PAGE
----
Dogen says, "If a person entrusted with this work lacks such a spirit, then that person will endure unnecessary hardships and suffering that will have no value in their pursuit of the Way." This is not like an ordinary person going to work. That person works hard, sits down, takes a rest, and says, "Iím glad that is over." Then he or she might read a newspaper or something. What Dogen is talking about is not like that. When working maturely, the way Dogen is talking about, one gets tired of course, but there is a certain quality of the work that is beyond being tired or not being tired. A certain joy arises with the total effort Dogen has in mind here. If you just see it as a job, you may find yourself in misery.
"Put your awakened mind to work," Dogen says. How is this practice done? How do we carry out our activities without giving way to attachment and emotional entanglements?
The book from which I am reading is From the Zen Kitchen to Enlightenment, Refining Your Life. Itís a cookbook, but itís not about recipes. Itís a cookbook about the person doing the cooking. As we prepare the meals, we are being cooked and prepared and refined. This is the important point. Someone may be a very fine chef, but that person is not necessarily the right person to be the cook in the monastery or practice place. The real point is whether one engages in this kind of activity as a refinement of oneís own life. Someone may say, "I worked in the kitchen the whole sesshin," and not understand that to cook the food is to cook yourself. To prepare the food is to prepare yourself. To refine the food is to refine your own practice.
Suzuki Roshi used to talk about finding your composure and being settled. He spoke of it as "being settled on the self." Being settled on your self means never losing your composure. This is more than just having some false way of holding yourself. It means not being pulled off your place by anything. Not reacting to someoneís anger, not reacting to someoneís emotions, or feelings, or ideas, in a way that pulls you off your place. It also means taking good care of things, not just of yourself, not just of the people around you, but of your whole environment.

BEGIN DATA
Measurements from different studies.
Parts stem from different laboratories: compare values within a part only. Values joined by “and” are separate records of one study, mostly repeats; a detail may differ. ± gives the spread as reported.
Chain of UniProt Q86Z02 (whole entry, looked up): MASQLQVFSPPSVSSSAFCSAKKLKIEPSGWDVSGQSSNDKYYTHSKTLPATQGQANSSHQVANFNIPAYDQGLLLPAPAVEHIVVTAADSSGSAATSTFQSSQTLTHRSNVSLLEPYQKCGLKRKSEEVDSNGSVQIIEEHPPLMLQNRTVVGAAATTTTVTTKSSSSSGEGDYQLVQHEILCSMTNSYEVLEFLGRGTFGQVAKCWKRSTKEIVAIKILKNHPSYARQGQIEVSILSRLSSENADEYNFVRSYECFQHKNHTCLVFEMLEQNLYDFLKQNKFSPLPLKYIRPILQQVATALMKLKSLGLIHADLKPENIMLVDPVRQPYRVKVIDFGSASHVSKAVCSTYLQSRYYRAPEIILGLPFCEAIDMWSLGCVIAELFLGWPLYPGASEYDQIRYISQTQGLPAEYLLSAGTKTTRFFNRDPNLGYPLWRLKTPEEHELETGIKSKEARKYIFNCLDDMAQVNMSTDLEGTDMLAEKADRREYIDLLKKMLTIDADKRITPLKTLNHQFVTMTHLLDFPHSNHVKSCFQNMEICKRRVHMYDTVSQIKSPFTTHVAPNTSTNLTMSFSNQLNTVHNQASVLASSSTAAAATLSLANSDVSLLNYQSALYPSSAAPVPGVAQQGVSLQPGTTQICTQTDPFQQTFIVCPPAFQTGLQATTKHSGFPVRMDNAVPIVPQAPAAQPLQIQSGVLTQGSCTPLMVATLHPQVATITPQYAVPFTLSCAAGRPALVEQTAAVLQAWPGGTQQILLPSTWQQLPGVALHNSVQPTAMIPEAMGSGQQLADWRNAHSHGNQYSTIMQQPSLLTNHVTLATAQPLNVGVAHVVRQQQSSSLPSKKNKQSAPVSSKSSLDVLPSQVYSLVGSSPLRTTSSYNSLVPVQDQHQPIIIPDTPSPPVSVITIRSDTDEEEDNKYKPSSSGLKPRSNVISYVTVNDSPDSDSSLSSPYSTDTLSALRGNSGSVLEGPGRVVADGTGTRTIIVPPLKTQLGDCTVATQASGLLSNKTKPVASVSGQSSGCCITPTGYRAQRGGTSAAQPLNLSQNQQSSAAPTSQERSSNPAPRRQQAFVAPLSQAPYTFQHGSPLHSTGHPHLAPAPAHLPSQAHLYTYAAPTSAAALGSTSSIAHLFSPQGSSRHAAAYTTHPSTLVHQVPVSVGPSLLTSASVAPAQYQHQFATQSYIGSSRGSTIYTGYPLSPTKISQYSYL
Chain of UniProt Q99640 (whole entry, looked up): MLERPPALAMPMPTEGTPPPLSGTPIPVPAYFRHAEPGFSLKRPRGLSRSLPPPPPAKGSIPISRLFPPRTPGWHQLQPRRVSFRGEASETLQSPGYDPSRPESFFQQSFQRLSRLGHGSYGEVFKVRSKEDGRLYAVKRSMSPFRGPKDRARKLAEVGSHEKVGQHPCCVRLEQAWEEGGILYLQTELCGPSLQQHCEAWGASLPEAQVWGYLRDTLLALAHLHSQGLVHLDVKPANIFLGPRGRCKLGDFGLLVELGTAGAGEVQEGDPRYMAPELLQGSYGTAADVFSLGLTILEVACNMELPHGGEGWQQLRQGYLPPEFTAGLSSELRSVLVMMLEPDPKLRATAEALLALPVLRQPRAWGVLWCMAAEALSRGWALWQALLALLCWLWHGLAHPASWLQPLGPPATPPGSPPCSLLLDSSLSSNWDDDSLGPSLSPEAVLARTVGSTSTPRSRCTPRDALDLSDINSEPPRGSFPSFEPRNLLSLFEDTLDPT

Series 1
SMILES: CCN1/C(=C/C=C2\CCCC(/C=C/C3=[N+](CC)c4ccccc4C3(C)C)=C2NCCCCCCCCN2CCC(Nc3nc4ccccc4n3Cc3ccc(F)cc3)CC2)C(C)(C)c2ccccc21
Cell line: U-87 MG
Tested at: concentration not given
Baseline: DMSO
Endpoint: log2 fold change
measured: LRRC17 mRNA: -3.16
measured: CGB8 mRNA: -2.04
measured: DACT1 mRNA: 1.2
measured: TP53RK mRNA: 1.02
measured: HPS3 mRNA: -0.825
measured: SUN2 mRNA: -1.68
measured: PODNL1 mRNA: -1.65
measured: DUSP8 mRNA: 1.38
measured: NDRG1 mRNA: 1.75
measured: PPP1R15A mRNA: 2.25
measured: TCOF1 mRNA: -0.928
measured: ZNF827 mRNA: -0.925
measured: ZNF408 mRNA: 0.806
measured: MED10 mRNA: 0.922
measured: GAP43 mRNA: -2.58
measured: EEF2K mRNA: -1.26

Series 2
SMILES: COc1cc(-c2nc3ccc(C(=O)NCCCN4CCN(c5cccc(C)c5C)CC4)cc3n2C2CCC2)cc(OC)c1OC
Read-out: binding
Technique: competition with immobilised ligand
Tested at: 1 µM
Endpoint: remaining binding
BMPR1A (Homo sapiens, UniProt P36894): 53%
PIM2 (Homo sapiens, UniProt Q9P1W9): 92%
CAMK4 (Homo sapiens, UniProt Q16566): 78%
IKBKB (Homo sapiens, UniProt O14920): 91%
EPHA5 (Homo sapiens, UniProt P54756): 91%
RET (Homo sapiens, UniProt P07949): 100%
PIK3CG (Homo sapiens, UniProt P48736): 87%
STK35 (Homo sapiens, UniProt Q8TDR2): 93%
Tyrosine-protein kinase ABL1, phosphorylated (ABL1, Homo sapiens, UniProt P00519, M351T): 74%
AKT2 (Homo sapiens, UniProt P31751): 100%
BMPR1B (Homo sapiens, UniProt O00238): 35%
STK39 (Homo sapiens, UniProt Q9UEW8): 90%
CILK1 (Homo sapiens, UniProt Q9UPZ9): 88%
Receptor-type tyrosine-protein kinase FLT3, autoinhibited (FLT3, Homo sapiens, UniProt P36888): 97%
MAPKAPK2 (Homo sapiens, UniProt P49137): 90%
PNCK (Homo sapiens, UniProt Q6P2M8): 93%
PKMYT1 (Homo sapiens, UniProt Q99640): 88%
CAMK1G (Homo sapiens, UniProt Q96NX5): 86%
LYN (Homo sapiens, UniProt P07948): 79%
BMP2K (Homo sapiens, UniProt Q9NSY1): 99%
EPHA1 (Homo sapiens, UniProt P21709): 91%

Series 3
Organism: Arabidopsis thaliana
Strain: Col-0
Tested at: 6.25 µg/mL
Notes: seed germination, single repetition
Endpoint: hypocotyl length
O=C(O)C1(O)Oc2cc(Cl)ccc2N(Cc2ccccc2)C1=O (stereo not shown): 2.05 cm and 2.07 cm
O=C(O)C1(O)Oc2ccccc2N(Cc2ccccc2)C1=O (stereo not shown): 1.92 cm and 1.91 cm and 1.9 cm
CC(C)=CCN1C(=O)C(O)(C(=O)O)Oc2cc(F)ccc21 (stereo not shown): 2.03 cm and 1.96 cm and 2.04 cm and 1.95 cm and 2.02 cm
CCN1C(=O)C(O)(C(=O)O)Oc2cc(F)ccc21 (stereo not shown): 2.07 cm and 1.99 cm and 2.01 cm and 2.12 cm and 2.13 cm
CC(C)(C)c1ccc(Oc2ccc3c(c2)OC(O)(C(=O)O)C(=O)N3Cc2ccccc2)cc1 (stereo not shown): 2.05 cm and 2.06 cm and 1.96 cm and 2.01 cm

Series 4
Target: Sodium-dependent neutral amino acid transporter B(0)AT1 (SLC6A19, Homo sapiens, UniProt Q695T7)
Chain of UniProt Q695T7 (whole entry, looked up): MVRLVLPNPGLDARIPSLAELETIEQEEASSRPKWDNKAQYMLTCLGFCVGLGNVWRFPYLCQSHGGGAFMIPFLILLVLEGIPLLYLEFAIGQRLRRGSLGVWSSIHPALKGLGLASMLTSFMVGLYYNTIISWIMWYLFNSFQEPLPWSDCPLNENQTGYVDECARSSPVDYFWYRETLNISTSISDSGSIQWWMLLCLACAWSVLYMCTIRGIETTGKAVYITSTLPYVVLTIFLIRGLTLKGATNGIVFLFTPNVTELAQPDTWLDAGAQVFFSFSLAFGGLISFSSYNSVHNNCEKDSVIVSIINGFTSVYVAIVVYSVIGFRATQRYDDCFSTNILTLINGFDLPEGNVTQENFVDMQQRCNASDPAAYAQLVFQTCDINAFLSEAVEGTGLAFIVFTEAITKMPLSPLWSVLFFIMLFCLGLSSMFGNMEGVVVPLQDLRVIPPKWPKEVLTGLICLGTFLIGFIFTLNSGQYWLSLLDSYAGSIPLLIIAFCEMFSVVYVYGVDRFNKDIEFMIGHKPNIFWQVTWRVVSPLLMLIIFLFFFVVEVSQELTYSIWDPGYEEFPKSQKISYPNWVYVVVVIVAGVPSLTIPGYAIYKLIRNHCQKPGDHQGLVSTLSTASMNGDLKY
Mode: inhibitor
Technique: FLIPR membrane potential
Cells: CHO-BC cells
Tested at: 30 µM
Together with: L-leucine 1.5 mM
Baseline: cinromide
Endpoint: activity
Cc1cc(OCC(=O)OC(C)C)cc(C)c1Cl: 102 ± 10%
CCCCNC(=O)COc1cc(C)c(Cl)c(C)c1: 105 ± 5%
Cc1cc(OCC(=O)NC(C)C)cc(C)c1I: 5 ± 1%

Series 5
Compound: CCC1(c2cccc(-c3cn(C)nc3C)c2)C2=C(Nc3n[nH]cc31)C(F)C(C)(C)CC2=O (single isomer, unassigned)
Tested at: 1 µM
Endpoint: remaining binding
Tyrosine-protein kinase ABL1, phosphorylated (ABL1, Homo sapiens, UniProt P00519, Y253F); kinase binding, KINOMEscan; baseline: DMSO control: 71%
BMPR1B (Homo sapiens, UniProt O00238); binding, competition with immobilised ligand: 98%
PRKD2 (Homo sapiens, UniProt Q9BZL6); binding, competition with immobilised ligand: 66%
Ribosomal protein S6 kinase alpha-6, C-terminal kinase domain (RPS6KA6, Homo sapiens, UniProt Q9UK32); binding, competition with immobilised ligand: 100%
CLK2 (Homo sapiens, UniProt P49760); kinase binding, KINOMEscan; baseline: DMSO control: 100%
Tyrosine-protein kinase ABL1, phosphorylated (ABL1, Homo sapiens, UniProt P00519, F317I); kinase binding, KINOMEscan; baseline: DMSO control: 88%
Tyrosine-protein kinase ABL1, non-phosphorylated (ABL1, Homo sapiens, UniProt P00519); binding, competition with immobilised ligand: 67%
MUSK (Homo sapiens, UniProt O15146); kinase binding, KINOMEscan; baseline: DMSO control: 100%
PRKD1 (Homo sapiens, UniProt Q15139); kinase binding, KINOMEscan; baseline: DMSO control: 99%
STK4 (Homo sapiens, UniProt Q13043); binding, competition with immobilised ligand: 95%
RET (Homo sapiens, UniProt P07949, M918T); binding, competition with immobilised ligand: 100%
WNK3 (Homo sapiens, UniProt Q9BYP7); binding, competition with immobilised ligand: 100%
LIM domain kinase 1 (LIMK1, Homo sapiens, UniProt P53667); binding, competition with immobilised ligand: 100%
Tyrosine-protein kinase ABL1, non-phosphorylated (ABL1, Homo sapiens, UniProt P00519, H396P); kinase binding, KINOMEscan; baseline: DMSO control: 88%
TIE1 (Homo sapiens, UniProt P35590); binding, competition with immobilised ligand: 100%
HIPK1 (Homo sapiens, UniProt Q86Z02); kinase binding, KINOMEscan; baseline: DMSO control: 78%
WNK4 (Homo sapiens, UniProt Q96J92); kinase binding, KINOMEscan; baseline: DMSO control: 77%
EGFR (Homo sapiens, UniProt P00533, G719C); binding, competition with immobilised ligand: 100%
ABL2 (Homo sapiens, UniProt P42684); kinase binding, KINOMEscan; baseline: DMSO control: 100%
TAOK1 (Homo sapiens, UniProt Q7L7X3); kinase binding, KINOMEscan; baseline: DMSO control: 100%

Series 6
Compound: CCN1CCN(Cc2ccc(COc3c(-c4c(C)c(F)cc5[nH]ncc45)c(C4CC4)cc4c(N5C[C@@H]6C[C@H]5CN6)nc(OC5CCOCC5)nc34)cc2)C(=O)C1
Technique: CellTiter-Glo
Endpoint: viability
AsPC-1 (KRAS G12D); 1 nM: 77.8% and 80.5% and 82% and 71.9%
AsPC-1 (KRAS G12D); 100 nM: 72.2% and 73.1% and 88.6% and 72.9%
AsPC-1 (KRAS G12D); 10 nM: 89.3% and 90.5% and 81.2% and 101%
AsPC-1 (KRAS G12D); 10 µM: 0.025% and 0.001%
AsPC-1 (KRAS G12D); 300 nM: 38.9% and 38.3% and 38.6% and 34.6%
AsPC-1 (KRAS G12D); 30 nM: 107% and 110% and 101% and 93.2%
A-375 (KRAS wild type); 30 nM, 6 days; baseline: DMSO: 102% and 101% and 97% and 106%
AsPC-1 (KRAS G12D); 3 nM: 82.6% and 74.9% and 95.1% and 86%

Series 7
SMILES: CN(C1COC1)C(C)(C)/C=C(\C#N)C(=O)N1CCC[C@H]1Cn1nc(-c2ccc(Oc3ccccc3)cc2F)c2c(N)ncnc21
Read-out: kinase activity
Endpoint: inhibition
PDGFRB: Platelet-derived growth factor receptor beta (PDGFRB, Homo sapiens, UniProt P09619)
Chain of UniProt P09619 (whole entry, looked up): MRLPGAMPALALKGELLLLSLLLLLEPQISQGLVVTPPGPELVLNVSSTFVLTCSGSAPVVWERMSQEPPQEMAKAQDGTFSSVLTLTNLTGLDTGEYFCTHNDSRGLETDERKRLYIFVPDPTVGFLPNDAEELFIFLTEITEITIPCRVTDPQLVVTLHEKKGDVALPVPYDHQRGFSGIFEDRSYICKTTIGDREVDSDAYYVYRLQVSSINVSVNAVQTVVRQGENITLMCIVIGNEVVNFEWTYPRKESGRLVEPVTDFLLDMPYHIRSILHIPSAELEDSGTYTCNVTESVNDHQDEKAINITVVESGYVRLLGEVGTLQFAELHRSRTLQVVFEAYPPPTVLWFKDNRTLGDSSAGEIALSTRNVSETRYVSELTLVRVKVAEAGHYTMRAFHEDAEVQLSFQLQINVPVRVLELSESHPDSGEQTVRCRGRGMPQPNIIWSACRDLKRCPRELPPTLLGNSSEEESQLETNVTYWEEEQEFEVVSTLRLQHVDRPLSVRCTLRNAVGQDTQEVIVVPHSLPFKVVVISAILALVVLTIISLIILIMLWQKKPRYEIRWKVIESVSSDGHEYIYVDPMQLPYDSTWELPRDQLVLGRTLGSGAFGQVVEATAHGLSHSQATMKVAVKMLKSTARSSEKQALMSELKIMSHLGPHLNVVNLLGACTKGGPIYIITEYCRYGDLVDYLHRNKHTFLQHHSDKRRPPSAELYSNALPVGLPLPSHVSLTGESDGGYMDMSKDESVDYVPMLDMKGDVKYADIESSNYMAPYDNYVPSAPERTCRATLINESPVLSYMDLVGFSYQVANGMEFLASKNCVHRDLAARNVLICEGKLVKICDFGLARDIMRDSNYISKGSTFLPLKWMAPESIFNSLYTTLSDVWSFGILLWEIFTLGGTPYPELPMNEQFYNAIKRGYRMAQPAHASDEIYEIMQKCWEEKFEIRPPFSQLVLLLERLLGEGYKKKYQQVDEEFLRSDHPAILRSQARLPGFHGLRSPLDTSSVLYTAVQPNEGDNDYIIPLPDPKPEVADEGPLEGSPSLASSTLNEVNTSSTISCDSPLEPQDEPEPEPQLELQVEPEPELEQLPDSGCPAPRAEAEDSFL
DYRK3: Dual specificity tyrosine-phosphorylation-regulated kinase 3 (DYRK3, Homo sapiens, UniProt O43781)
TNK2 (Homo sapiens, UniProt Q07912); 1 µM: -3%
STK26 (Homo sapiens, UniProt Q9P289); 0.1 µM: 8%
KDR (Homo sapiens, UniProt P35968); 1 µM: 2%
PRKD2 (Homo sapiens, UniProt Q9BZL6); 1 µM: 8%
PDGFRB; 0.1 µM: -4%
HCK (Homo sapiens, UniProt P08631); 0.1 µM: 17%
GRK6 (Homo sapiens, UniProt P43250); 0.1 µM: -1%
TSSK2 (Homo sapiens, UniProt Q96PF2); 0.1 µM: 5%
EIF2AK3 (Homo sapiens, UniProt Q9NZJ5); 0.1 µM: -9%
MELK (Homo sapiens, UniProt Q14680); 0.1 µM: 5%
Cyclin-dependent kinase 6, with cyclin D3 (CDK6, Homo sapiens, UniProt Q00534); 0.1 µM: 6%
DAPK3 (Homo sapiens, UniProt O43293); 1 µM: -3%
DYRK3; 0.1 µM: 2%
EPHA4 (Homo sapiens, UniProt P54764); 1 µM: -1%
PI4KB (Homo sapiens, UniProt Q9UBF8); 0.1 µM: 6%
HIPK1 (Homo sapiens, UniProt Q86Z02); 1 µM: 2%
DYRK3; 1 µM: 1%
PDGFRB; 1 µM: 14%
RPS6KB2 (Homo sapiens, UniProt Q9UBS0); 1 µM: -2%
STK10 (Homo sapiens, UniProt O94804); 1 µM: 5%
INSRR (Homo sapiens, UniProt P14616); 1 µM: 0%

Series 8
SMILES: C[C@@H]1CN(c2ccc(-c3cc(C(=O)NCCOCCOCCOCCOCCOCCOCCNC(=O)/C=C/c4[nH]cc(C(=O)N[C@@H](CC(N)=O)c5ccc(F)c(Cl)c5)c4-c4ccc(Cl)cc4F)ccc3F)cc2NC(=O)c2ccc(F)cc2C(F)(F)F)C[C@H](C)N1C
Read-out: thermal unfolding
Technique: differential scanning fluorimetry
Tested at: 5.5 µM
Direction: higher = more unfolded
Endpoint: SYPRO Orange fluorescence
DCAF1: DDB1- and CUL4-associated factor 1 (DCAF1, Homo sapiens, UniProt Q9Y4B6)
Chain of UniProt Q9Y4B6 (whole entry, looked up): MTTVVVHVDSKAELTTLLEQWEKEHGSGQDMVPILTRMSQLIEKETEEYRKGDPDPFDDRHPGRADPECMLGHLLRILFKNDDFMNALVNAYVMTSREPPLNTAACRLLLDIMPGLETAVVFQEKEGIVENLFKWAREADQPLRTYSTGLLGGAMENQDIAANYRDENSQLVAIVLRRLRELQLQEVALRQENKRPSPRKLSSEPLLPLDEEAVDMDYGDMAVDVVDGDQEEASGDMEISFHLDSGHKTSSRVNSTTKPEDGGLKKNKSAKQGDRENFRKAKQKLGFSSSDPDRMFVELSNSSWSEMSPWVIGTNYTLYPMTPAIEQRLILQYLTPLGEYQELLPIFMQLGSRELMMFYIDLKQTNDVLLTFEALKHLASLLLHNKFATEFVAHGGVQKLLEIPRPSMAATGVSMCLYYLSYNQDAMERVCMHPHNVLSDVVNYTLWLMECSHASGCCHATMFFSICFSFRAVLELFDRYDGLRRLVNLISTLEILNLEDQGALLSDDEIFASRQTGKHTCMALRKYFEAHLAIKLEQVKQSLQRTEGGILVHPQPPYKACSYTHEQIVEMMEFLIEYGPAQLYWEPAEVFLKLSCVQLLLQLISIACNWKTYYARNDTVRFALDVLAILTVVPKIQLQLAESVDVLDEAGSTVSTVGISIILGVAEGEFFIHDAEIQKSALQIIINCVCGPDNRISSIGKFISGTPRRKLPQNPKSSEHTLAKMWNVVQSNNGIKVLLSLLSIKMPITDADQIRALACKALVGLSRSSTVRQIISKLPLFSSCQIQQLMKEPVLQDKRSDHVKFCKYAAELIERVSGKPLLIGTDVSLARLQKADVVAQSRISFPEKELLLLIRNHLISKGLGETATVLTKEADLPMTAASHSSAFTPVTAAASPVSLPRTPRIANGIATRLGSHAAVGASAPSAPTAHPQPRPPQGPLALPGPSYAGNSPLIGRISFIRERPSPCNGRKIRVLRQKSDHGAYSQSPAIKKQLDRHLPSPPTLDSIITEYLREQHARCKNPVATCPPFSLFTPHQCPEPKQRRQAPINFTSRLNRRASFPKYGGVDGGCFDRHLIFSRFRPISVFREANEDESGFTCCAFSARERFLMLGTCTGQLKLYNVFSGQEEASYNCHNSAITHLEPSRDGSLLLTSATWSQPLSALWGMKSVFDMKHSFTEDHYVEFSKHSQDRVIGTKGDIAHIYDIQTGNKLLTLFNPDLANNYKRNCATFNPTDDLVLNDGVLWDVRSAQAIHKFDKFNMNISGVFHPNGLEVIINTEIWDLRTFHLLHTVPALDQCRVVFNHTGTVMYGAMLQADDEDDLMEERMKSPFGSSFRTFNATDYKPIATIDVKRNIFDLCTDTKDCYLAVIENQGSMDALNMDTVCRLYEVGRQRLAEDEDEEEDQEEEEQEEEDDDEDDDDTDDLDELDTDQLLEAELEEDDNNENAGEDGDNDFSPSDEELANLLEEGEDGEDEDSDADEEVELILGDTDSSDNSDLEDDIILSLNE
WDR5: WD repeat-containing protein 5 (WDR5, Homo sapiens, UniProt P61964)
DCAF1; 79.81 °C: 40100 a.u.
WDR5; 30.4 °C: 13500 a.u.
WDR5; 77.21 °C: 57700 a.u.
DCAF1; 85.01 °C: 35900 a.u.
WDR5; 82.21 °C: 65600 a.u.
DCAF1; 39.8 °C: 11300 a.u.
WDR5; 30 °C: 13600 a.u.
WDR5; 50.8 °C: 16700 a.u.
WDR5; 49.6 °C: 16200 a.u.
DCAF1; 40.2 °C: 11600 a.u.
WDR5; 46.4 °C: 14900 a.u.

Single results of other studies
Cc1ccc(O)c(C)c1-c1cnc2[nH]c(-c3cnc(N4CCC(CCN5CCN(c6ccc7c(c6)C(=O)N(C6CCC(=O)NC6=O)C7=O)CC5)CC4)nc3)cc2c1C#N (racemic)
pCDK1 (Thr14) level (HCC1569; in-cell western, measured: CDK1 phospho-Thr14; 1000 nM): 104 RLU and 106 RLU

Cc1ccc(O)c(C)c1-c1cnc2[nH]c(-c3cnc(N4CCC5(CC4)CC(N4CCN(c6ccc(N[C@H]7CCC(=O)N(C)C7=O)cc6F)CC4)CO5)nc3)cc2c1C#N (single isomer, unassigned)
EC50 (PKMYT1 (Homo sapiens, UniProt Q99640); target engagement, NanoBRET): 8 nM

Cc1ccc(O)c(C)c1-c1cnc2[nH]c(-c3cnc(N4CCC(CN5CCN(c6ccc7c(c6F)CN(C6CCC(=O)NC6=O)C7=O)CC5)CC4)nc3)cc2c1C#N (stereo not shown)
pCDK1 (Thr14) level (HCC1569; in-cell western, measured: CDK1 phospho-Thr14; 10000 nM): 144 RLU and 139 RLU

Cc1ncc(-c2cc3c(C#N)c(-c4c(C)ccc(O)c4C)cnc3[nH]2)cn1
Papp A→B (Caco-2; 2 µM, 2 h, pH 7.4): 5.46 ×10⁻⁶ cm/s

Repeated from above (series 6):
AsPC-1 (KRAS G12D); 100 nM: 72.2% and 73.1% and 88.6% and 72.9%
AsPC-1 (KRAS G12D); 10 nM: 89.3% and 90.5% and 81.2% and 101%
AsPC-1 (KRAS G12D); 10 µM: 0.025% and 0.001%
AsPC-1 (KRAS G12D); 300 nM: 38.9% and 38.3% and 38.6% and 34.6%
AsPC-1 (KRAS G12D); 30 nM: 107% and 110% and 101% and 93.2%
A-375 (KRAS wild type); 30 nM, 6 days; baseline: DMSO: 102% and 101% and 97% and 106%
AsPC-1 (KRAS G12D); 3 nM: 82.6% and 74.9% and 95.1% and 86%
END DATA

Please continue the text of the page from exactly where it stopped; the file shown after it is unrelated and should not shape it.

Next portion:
Finding your true composure means being one with your environment. When you are working in the kitchen, that is your whole world. Everything in it is your world. How you take care of each thing and each person is important, including how you prepare the meal and how you think about it. The same is true of everything else. How a server serves the meal, how someone uses their oryoki [a monkís eating bowls] to eat the meal. All these activities are tools for refining your life.
Dogen talks next about a Tenzoís typical day at the monastery. The Tenzoís day starts after the noon meal, when he or she convenes with the director and assistant director. Together the three plan the meals for the following day. Once this is done, the Tenzo sets about obtaining the necessary ingredients.
Dogen says: "Once he has these, he must handle them as carefully as if they were his own eyes." Dogen dignified even the most common things. For Dogen it was important to treat everythingóthe pots and pans, the foodóvery carefully and with great respect. When someone acts in this way, there is no gap between subject and object. There is no gap between the one who is preparing the meal and that which is being prepared. This is the enlightened activity of the Tenzo, the enlightened activity of one who works in the kitchen.